Food allergies can be a common source of discomfort and symptoms often go undiagnosed. Many people experience the daily effects of food allergies without realizing their unease is actually a food allergy symptom. One of the most common symptoms of a food allergy is weight gain. In the body, water is retained as a way of attempting to protect the body from the irritation of poisonous substances and food allergens. Fat cells also expand to provide a buffer and protect the body. When losing weight, water is often shed, but the body retains the fat because it is necessary to protect you from these toxins and allergens.
What causes food allergies? They are caused by reactions, produced by your immune system, to certain types of foods. A food allergy can produce critical health problems in people and in some cases it can be fatal.
It has been reported that about 2% of adults have a food allergy, while about 6% of children have the condition. Don’t confuse them with food intolerances. Food intolerances don’t have anything to do with your immune system.
A food allergy specialist will often first ask a patient to write down their three favourite foods and then eliminate those from the diet. This can result in us actually being addicted to the foods that make us sick! The cravings experienced for these foods are based on the same neurochemical responses that lead to drug additions. Removing the three favourite foods from the diet can not only reveal food allergies, without the need for expensive tests, but it can quickly make us feel great after the short period of “withdrawal” to the addictive substances is over.
Other common causes of food allergies include poor digestion, nutrient deficiencies; too narrow a food selection in the diet and leaky gut syndrome. Food allergy relief can often be achieved by applying greater awareness of the need for a broad selection of whole foods, and the limitation or elimination of processed foods.
While some people may be able to reintroduce foods which once caused allergy symptoms, as they improve their diet and focus on an improved state of wellness, variations in genetics leave some people with permanent allergies to certain foods.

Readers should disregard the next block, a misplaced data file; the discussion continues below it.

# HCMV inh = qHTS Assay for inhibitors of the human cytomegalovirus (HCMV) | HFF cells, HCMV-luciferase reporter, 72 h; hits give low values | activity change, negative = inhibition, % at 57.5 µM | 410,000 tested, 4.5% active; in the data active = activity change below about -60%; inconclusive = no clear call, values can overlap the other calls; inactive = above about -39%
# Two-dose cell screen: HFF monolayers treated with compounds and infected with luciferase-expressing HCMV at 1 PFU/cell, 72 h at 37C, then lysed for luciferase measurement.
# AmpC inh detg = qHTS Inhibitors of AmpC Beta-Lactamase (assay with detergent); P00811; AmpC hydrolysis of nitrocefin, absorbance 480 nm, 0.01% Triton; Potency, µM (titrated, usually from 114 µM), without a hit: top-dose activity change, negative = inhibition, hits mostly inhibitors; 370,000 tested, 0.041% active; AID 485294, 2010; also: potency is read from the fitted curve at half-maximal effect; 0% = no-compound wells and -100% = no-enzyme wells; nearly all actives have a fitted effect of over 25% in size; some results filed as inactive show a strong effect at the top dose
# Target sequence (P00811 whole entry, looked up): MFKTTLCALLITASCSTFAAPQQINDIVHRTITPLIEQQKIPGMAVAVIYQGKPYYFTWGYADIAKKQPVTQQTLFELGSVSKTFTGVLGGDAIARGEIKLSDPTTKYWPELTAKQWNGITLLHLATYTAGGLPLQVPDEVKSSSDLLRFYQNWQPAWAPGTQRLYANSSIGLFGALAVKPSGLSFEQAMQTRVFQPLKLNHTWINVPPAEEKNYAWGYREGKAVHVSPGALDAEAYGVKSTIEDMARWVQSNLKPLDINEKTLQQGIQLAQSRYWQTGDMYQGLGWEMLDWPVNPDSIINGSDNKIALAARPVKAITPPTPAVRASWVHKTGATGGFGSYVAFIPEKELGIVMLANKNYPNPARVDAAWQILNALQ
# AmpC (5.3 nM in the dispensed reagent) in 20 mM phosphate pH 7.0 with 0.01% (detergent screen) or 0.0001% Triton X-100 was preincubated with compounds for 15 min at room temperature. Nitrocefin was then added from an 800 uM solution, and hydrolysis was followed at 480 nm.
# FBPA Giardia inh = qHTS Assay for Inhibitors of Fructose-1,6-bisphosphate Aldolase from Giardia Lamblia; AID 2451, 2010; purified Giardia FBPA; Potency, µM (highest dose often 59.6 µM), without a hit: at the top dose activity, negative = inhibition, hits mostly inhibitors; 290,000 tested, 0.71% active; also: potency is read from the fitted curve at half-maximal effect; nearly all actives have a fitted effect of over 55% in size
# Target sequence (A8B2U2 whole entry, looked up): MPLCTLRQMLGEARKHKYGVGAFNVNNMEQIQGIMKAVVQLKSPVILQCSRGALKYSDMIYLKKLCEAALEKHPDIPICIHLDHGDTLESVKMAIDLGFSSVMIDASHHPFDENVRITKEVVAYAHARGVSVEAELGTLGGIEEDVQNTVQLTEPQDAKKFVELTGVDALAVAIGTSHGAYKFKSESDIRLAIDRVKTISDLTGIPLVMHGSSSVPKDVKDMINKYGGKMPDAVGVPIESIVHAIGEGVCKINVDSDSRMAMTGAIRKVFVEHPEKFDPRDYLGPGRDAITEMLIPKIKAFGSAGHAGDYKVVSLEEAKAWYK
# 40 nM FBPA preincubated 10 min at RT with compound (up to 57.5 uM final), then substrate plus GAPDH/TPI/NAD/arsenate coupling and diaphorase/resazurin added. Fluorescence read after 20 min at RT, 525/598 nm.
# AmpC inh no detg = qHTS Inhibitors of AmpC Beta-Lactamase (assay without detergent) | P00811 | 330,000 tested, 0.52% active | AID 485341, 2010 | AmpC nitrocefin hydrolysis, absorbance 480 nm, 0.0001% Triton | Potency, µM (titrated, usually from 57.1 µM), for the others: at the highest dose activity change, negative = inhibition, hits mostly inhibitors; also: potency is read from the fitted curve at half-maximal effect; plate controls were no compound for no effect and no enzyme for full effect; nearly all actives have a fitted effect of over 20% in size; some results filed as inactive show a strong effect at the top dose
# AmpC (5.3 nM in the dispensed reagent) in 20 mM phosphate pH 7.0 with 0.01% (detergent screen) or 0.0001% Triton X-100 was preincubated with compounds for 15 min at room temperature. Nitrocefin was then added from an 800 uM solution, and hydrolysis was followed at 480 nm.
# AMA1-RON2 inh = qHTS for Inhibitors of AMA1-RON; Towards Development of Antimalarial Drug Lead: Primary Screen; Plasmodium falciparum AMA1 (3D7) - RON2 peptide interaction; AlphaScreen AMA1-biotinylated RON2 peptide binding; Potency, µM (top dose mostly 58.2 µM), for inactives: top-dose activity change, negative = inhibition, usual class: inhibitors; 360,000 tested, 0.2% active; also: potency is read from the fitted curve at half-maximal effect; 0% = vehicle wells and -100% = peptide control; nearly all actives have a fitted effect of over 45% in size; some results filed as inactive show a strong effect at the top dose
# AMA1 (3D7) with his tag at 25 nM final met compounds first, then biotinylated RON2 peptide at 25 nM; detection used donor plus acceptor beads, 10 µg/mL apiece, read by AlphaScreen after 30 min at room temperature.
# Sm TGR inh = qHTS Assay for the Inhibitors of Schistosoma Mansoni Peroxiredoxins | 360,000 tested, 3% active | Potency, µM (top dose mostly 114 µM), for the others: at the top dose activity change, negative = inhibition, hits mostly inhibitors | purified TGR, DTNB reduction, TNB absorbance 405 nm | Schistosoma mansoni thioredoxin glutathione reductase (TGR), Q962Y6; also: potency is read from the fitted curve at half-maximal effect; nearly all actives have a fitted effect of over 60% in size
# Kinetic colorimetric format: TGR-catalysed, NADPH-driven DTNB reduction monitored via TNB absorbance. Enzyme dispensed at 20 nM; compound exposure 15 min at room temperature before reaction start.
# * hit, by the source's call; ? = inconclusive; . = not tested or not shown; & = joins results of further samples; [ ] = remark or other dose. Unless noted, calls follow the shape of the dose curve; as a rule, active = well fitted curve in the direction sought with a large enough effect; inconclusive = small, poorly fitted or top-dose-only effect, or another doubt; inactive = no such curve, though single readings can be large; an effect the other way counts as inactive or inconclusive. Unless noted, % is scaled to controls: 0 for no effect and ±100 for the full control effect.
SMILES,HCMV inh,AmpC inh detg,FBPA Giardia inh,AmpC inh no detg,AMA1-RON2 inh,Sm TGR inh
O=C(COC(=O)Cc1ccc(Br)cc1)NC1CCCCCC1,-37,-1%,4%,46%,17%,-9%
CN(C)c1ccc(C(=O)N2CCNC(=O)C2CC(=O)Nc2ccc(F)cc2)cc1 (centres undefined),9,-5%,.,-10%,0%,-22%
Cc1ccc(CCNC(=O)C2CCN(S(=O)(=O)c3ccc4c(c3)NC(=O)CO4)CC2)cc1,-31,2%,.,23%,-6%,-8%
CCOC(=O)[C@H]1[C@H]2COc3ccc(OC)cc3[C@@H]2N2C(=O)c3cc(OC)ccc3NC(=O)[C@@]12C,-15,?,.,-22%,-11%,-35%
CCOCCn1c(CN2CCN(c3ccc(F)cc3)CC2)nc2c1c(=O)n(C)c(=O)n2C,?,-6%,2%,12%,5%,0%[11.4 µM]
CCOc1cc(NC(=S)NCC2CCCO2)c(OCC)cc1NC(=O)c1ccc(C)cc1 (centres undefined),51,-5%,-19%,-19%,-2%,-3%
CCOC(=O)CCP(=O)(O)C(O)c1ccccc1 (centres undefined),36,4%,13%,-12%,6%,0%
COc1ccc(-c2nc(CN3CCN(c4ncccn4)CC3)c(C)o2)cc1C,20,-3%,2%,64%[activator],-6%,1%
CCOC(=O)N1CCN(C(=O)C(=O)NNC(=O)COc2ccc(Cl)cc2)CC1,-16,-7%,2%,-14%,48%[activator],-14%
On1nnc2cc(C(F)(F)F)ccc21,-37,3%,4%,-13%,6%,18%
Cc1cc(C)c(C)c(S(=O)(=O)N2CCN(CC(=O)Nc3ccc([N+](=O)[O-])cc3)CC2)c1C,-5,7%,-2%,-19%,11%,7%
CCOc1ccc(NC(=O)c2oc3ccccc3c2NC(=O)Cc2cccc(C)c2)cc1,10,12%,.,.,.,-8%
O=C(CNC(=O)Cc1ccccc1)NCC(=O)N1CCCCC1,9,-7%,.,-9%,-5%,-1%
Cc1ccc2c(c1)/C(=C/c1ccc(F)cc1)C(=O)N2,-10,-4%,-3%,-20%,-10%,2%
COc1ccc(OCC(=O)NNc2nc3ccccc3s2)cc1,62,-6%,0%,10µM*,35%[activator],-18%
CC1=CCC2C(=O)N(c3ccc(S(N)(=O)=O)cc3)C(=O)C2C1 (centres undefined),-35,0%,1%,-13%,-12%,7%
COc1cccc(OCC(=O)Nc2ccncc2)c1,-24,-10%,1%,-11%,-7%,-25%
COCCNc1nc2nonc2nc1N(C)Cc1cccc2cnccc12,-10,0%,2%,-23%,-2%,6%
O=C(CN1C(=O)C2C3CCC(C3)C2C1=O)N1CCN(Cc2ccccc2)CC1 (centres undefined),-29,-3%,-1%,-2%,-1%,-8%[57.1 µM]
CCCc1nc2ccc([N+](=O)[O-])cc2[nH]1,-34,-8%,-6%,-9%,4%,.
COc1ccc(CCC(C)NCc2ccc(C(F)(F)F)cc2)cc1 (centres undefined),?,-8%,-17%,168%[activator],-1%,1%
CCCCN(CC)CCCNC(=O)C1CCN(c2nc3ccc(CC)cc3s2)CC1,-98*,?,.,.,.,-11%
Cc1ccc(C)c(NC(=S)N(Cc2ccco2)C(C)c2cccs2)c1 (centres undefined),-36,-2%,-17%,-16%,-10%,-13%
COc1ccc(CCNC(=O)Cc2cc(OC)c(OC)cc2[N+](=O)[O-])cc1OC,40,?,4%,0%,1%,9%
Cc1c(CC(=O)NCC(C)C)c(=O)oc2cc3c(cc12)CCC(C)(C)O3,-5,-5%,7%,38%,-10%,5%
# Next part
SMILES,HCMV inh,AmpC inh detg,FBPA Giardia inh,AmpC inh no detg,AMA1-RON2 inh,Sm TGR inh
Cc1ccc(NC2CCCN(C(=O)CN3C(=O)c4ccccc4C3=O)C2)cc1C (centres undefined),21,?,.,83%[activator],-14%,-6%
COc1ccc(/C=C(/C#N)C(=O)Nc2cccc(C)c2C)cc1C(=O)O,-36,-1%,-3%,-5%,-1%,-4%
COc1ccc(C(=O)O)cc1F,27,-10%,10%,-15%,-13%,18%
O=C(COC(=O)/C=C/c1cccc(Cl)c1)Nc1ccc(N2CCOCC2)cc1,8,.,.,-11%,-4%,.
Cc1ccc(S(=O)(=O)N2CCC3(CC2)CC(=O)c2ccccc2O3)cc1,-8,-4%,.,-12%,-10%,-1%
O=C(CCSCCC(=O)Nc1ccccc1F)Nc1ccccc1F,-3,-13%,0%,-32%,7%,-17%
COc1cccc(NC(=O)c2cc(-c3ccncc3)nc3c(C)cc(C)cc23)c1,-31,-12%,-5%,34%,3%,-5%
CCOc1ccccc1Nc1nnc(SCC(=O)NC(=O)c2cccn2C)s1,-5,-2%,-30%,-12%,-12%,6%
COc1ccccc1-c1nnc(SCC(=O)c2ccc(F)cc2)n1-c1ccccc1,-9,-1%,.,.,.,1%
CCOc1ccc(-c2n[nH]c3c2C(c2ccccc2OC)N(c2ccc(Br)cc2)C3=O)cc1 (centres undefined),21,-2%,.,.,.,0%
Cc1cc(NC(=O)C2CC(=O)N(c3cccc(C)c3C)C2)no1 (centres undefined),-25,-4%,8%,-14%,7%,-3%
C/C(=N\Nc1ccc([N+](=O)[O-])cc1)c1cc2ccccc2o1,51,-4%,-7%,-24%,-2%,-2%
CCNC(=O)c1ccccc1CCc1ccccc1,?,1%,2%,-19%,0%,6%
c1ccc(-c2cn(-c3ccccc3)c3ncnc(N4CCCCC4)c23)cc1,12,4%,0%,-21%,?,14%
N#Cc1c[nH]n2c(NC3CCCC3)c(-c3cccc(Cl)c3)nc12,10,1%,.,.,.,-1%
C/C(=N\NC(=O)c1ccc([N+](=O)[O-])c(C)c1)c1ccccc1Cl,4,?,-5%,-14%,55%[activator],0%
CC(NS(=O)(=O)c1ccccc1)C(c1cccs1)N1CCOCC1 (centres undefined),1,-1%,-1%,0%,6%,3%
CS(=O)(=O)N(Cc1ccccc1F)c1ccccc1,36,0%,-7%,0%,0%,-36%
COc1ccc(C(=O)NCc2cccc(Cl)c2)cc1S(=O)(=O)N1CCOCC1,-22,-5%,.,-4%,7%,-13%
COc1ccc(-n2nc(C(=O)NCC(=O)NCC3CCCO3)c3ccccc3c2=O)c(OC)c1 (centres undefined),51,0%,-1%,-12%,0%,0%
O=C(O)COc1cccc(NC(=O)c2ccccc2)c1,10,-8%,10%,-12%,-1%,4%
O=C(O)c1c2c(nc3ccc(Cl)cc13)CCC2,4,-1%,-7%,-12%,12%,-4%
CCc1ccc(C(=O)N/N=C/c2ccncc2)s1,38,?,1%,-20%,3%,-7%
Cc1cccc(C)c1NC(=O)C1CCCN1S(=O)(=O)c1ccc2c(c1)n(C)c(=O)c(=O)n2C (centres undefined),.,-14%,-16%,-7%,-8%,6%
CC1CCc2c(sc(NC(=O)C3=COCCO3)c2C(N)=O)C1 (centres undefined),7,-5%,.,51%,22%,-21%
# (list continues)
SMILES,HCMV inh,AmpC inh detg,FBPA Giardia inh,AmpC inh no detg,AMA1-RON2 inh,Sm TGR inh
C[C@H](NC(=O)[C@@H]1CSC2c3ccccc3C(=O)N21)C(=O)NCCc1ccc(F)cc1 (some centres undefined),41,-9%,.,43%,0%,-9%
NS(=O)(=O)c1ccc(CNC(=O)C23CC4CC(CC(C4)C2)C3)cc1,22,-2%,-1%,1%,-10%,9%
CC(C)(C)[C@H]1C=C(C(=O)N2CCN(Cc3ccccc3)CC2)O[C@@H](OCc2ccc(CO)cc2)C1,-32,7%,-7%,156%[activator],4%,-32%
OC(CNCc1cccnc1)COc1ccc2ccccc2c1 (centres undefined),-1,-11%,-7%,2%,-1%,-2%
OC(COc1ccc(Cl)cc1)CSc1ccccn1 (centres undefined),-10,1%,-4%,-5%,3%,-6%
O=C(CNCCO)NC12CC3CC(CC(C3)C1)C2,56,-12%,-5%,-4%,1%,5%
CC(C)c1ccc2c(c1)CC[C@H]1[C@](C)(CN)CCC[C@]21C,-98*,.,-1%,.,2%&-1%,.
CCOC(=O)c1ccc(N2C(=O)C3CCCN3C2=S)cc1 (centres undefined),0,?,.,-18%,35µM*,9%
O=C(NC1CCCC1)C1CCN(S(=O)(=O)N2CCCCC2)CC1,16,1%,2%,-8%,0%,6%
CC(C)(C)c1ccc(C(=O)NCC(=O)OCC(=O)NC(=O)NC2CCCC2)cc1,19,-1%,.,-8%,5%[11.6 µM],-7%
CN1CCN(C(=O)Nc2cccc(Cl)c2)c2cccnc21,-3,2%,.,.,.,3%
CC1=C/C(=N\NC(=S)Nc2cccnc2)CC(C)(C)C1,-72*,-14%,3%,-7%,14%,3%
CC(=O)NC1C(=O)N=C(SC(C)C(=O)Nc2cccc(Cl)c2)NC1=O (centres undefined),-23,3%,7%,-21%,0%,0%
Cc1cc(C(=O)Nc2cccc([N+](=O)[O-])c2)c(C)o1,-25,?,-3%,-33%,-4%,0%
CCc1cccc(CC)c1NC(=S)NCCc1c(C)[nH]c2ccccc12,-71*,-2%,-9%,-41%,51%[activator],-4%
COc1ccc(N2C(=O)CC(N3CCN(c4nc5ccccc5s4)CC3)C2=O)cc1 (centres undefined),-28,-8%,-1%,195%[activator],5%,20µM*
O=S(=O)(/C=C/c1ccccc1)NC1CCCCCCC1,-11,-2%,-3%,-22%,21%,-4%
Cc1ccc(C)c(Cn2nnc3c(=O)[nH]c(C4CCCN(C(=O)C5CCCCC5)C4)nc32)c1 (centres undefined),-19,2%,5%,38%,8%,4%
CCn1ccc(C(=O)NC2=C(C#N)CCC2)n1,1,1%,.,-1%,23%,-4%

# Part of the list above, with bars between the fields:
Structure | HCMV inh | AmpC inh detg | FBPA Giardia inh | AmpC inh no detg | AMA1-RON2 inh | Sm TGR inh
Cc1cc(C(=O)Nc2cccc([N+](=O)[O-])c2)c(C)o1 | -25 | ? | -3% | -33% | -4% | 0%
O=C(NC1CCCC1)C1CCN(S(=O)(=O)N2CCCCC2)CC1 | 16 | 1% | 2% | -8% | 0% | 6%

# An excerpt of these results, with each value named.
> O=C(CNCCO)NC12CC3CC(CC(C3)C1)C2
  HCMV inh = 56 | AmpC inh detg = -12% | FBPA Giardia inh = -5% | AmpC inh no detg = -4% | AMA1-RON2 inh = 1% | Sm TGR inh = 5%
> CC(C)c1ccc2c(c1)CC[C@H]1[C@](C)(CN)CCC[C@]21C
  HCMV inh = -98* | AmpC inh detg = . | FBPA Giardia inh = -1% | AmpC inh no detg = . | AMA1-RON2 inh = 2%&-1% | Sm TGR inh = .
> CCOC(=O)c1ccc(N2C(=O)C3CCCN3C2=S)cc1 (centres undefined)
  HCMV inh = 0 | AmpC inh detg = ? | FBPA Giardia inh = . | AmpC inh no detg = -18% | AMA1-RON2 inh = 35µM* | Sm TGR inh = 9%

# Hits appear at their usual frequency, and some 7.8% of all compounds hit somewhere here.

Your Immune System and Food Allergies
When you have an allergy to food your immune system makes a mistake and treats a certain type of food as a harmful item. In order to defend your body from this food substance your immune system stimulates specific body cells to create antibodies to attack the substance.
If you consume that particular item again your immune system releases histamine as well as other chemicals that flow into your blood stream. These chemicals create allergic symptoms. Symptoms of food allergies typically occur a few minutes or up to about an hour after consuming the item.
Doctors believe that histamine is part of the cause of many common allergic reactions, such as rashes and hives, runny nose, diarrhea, nausea issues, itchy eyes, dry throat, difficulty breathing, and anaphylactic shock.
Most allergies from food are caused by certain types of proteins that are contained in:
Dairy (milk) Allergy : Many children are sensitive to this allergen, especially in the infant to pre-school years. Medical research believes this to be because many new mothers chose not to breastfeed, thus using formula instead. Milk-based formulas often are not compatible with a newborn’s digestive system. It is normal though, often the child will outgrow this sensitivity as the child’s digestive system matures. This allergen can be acquired though at any age in life.
Egg Allergy: This is probably the second most serious allergen in any young child, but again the very young eventually do seem to grow out of it. It can be acquired also at any age in life.
The third most common childhood allergy is a Soy Allergy. Avoiding soy sounds so simple to many people but the reality is soy is in almost every processed or prepared and packaged food in the grocery store’s aisles. Eating all fresh foods is the easiest and safest way to avoid soy.
The following allergens now, although more prevalent in older children through the adult years, can also be found in the very young also.
Peanut Allergy: this allergen seems to hit the headline news the most often because of its capabilities to create the most severe allergy attack known as anaphylaxis. Without immediate medical care, many sufferers of a peanut allergy can lose their life to the severity of the symptoms.
Gluten Allergy: gluten intolerance or a wheat allergy are all different conditions but their treatment program is very close to the same. Avoiding the gluten protein (or several other proteins necessary to avoid with a wheat allergy) generally leads to a much easier lifetime with fewer recurring health drawbacks.
Tree Nut Allergies: although not as prevalent as the peanut allergy, this one can be just as serious because of the severity of a possible allergy attack. Many people can show sensitivities to only one or two tree nuts but often not all of them. This information though must be determined by a licensed allergist. Do not attempt an at-home care testing program to determine where your adverse reactions will lie. The chances for a severe allergy attack are far too great.